A trio of attorneys announced Monday that they have filed lawsuits against murder defendants Cosmo DiNardo and Sean Kratz. In addition, DiNardo’s parents and their construction businesses are also being sued.
The three separate but related lawsuits were filed by the families of murder victims Dean Finocchiaro, 19, of Middletown; Thomas Meo, 21, of Plumstead Township; and Jimi Patrick, 19, of Newtown Township. The court filings were wrongful death complaints.
At a press conference in Philadelphia, attorneys Thomas Kline from Kline and Specter; Robert J. Mongeluzzi from Saltz, Mongeluzzi, Barrett and Bendesky; and Carin A. O’Donnell from Stark and Stark stood with the victims families to announce the lawsuits related to the summer 2017 murders that took place on a large farm owned by the DiNardo’s in Solebury.
In the lawsuits, attorneys allege that the DiNardo family and their businesses did not recognize Cosmo DiNardo, 20, of Bensalem, was “unsuitable, unstable and potentially highly dangerous.” The lawsuits cited DiNardo’s past contacts with police, previous involuntary commitment, and his ban from the campuses of Holy Ghost Prep and Arcadia University in Montgomery County.
The lawsuits also said that the DiNardo family and their businesses did not prevent Cosmo DiNardo from accessing his mother’s handgun and business-owned backhoe and ATVs.
The 20-year-old was barred from legally possessing a firearm at the time of the homicides, which he admitted to as part of a deal with prosecutors.
“A gifted student on a full college scholarship to Loyola University Maryland, Mr. Patrick was idolized by his family and had everything to live for. Yet, he was not allowed to live out even his teenage years due to the brutality inflicted on July 5, 2017, with a .22 caliber rifle wielded by Cosmo DiNardo. Inexplicably, DiNardo was permitted to have access to unsecured firearms when it was illegal for him to do so because of his unhinged mental history,” O’Donnell said.
The backhoe, according to authorities, was used to kill Meo and bury the victims at the sprawling farm. The lawsuits state that DiNardo should have been unable to use the gun and backhoe at the time of the killings.
“This lawsuit is about what could and should have prevented the senseless killing of Dean and the other young men,” Kline told reporters.
The families of the victims spoke about their loss.
“We miss Jimi every day. There isn’t a day that goes by where I don’t cry or think of Jimi. He was so important in our lives. We just valued him so much,” said Sharon Patrick, Jimi Patrick’s grandmother with whom he was living with at the time of his murder, according to PhillyVoice.com.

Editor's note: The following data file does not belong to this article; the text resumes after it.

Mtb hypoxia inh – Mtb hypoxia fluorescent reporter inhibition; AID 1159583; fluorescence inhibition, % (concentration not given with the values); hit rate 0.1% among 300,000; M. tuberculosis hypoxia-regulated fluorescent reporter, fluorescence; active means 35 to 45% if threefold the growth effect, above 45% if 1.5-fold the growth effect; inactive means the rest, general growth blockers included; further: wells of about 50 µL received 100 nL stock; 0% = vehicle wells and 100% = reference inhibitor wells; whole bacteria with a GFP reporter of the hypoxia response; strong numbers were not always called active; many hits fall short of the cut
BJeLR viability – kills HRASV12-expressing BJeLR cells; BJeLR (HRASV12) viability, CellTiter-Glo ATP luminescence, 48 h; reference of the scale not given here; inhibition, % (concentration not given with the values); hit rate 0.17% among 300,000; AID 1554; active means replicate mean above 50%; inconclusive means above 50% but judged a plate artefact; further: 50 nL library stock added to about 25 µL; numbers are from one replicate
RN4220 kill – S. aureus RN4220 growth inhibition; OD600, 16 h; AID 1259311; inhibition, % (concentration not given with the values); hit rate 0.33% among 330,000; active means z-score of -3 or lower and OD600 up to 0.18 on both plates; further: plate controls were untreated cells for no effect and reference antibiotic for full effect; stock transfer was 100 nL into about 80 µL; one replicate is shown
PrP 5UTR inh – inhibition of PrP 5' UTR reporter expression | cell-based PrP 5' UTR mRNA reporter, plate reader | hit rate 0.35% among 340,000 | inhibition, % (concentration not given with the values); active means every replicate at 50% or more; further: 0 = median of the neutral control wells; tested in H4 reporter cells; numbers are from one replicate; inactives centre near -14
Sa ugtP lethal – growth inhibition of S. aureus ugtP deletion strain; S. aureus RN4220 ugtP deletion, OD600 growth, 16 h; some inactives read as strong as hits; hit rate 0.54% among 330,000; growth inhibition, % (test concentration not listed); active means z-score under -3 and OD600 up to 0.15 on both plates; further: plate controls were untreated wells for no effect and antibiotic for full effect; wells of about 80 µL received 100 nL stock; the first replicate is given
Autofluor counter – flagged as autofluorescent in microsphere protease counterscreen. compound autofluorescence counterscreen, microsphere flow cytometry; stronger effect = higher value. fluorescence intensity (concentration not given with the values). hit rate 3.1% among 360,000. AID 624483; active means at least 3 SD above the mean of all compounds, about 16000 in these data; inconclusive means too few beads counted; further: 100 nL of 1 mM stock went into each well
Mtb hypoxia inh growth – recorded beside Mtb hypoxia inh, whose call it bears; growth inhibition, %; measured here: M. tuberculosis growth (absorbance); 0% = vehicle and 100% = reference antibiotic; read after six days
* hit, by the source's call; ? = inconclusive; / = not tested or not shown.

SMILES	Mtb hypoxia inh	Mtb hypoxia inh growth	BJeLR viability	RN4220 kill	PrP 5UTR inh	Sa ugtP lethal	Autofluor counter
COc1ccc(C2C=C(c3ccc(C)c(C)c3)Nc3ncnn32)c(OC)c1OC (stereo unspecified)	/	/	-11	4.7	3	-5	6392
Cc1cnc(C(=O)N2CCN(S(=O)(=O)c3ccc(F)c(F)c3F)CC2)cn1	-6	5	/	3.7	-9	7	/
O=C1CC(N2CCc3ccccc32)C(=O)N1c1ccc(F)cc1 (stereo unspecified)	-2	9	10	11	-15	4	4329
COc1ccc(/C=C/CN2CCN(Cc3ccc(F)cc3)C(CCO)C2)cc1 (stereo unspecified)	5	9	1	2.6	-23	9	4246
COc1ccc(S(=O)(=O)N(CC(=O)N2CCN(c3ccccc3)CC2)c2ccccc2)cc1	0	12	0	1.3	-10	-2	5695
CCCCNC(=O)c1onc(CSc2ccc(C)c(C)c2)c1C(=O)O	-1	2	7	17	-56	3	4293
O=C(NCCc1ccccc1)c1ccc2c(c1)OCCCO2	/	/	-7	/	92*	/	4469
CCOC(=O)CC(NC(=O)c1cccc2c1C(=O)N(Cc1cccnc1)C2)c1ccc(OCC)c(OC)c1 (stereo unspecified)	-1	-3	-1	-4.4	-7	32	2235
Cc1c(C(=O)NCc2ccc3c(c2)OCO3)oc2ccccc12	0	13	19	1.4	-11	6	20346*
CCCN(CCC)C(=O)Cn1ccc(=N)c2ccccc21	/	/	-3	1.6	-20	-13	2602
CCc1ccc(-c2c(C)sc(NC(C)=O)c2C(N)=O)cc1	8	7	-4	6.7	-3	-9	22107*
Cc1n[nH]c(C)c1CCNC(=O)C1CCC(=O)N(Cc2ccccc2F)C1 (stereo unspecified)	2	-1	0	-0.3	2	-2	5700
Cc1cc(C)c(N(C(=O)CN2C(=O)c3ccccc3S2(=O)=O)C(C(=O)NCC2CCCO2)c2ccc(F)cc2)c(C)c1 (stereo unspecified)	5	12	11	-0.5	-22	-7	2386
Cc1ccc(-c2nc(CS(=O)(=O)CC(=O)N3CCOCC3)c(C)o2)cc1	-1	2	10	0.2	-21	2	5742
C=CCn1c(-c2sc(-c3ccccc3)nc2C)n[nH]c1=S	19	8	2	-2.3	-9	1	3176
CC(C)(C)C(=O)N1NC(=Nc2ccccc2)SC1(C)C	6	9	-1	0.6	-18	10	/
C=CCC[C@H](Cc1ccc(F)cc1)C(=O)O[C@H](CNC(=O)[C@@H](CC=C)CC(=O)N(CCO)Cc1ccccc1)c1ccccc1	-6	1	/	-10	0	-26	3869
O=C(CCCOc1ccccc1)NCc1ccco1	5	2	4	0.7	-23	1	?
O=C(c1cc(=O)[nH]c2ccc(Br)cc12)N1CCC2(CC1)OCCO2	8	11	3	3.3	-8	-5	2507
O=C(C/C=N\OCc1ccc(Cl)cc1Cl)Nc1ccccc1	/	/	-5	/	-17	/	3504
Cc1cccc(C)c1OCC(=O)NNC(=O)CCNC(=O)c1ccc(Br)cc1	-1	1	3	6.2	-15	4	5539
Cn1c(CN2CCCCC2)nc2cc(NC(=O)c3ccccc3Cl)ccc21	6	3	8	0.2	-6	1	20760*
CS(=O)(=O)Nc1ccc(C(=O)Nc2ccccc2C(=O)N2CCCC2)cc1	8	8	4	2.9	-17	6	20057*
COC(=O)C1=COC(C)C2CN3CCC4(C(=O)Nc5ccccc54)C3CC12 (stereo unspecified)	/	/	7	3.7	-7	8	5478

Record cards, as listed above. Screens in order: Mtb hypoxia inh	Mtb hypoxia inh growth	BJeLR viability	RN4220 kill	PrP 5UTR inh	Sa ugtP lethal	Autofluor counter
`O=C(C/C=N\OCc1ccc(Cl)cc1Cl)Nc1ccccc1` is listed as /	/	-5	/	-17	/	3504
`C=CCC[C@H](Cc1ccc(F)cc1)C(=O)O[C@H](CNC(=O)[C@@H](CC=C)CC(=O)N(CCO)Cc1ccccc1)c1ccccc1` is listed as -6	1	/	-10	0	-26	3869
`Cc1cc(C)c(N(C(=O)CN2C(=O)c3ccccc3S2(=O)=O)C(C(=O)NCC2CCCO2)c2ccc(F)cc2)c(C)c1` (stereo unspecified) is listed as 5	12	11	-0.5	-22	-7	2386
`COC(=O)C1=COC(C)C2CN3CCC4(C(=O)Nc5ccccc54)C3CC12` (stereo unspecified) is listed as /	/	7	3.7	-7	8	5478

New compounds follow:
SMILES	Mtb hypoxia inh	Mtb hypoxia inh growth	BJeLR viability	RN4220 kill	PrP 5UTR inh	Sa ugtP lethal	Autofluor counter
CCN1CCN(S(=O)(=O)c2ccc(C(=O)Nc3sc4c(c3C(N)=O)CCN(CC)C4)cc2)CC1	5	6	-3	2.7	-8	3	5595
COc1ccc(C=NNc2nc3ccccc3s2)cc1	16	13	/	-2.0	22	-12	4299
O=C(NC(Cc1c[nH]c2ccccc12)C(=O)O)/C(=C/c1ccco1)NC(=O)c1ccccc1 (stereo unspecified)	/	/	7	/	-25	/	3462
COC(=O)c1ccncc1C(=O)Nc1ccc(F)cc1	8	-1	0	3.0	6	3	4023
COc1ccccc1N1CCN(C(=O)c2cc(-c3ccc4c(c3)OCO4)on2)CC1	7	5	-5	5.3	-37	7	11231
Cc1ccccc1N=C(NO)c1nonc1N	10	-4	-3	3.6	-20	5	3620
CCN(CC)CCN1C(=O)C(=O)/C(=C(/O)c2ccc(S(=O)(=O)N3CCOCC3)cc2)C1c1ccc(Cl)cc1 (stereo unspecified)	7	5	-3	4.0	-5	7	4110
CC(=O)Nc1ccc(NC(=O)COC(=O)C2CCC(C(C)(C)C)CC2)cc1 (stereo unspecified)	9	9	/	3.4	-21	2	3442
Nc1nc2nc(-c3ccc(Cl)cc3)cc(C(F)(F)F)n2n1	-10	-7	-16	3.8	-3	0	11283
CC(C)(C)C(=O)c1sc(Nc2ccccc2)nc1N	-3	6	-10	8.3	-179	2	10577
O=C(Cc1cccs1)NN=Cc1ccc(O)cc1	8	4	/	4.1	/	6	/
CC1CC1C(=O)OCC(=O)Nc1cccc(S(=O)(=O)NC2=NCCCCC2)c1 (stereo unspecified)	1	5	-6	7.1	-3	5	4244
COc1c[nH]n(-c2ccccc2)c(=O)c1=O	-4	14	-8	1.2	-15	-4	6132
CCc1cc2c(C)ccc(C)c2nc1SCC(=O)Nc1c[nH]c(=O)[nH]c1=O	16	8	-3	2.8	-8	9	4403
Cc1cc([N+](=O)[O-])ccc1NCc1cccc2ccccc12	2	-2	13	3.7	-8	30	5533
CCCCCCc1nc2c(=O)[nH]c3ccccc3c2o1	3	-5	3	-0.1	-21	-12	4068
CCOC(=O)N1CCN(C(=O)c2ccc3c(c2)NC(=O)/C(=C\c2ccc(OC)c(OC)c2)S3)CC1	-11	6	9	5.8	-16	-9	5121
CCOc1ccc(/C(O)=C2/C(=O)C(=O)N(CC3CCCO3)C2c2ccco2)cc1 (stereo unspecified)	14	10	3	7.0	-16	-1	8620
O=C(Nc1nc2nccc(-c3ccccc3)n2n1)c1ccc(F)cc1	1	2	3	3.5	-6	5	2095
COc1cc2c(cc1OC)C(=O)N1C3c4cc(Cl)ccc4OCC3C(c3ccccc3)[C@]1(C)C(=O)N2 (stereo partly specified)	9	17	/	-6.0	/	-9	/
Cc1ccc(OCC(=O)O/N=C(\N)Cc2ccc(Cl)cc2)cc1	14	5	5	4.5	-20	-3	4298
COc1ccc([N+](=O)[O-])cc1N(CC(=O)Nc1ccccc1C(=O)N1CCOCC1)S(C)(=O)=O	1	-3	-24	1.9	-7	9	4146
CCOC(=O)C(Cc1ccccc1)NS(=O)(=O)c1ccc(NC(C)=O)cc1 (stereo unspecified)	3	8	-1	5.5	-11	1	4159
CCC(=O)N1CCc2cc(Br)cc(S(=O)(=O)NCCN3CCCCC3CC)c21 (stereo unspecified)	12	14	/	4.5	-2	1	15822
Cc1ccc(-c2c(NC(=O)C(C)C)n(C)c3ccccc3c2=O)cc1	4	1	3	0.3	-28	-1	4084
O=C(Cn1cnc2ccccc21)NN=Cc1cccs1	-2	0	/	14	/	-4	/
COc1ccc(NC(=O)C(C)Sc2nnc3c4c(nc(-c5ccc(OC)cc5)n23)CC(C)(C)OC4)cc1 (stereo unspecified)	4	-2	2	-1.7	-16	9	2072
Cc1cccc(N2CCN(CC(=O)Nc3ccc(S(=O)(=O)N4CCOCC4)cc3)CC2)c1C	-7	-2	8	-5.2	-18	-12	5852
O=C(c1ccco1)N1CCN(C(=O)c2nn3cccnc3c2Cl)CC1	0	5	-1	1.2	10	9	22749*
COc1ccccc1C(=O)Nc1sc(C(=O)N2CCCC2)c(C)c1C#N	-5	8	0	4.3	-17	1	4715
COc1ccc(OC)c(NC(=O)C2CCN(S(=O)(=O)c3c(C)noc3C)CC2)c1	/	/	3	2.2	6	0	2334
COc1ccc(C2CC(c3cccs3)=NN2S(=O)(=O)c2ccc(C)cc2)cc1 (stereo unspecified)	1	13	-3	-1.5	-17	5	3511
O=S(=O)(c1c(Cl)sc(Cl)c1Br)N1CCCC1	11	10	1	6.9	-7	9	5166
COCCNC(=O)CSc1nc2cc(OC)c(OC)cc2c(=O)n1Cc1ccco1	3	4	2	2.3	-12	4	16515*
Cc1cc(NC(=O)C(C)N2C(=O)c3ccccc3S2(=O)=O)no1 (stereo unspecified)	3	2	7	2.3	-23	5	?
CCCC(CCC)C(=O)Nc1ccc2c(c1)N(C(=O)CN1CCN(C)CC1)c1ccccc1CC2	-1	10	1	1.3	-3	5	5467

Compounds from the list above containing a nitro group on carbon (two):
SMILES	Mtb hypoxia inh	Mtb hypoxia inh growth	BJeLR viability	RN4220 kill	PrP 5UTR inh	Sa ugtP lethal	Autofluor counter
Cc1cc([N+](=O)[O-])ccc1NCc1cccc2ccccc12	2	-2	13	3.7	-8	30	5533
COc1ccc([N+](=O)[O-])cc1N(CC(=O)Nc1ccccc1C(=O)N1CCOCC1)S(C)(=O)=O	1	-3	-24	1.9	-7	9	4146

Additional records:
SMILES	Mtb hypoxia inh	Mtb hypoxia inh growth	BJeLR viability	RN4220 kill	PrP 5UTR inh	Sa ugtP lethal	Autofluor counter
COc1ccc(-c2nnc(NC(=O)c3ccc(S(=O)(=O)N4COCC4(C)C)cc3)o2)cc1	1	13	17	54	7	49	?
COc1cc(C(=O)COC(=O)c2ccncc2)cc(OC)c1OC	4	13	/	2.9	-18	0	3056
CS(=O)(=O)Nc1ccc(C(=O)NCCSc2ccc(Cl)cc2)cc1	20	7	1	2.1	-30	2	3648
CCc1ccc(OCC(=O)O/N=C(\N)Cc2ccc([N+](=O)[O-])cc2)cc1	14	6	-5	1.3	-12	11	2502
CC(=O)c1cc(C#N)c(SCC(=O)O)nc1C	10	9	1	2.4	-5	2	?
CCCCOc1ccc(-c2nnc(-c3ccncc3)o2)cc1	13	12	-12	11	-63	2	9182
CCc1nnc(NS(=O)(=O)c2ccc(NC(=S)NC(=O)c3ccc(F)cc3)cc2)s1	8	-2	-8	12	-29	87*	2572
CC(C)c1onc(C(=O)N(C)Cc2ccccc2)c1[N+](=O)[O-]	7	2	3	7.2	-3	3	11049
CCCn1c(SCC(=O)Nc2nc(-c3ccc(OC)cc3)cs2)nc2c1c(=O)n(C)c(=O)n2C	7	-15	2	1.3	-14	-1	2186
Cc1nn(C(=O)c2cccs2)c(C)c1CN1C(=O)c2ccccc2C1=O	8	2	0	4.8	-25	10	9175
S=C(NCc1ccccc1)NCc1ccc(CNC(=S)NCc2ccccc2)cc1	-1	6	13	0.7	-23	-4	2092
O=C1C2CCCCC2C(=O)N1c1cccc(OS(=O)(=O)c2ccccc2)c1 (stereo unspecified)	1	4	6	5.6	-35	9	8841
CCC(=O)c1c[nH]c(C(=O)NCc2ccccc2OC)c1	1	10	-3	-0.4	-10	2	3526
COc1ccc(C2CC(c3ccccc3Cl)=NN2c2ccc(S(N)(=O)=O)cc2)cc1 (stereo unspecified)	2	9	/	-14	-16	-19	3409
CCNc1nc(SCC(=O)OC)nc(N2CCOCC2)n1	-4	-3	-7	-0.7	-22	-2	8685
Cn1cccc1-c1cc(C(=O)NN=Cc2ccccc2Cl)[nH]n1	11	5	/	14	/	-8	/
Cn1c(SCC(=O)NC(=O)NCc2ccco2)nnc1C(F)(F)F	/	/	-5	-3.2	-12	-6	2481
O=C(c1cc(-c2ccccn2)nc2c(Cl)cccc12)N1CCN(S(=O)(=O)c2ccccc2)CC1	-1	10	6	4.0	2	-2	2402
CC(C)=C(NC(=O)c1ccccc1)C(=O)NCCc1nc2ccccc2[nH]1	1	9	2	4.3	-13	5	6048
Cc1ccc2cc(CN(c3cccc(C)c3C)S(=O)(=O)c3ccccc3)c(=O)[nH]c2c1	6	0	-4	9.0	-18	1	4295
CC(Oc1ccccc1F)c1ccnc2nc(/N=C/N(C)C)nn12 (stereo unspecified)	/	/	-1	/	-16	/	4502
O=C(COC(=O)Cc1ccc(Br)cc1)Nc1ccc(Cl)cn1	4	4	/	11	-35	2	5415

“For us as a family, it’s a great loss. Nobody should ever have to deal with losing their child – and not in the way he was taken,” Bonnie Finocchiaro was quoted as telling reporters.
In court papers, authorities said DiNardo shot Patrick first with a rifle on July 5 and buried his body on a remote portion of the farm that featured woods and rough terrain. Later in the week, Finocchiaro was lured to the property and Cosmo DiNardo and Kratz killed him. Hours later, the two men killed Meo and Mark Sturgis, 22, of Pennsburg, Montgomery County, using a backhoe to run over Meo’s body.
Finocchiaro, Meo, and Sturgis’ bodies were then loaded in a pig roaster and a fire was set. The fire did not burn the bodies, authorities said.
After leaving the farm to get cheesesteaks in Philadelphia, Cosmo DiNardo and Kratz returned the next day and buried the bodies of the three young men about 12 feet underground near a large field, officials said.
The young men’s bodies were found after a wide-ranging search that involved law enforcement from around the county.
Cosmo DiNardo confessed to his alleged role in the crimes and struck a deal with prosecutors that would have him cooperate in exchange for the district attorney’s office not seeking the death penalty.
Cosmo DiNardo explained to detectives how the killings happened and provided them with other details. In exchange for leading authorities to the four missing men’s bodies, Weintraub talked with the victims’ families and they approved of prosecutors offering the deal.
Prosecutors filed aggravating circumstances motions late last year that will open the door for the district attorney’s office to go for a capital punishment sentence if the two are convicted of first-degree murder and at least one aggravating circumstance. District Attorney Matt Weintraub said in fall that the filing was standard and the previously agreed upon deal that would have DiNardo avoiding capital punishment in exchange for cooperation remains in place.
While DiNardo and Kratz are related, they were not close and a detective testified in summer that they were merely more than acquaintances.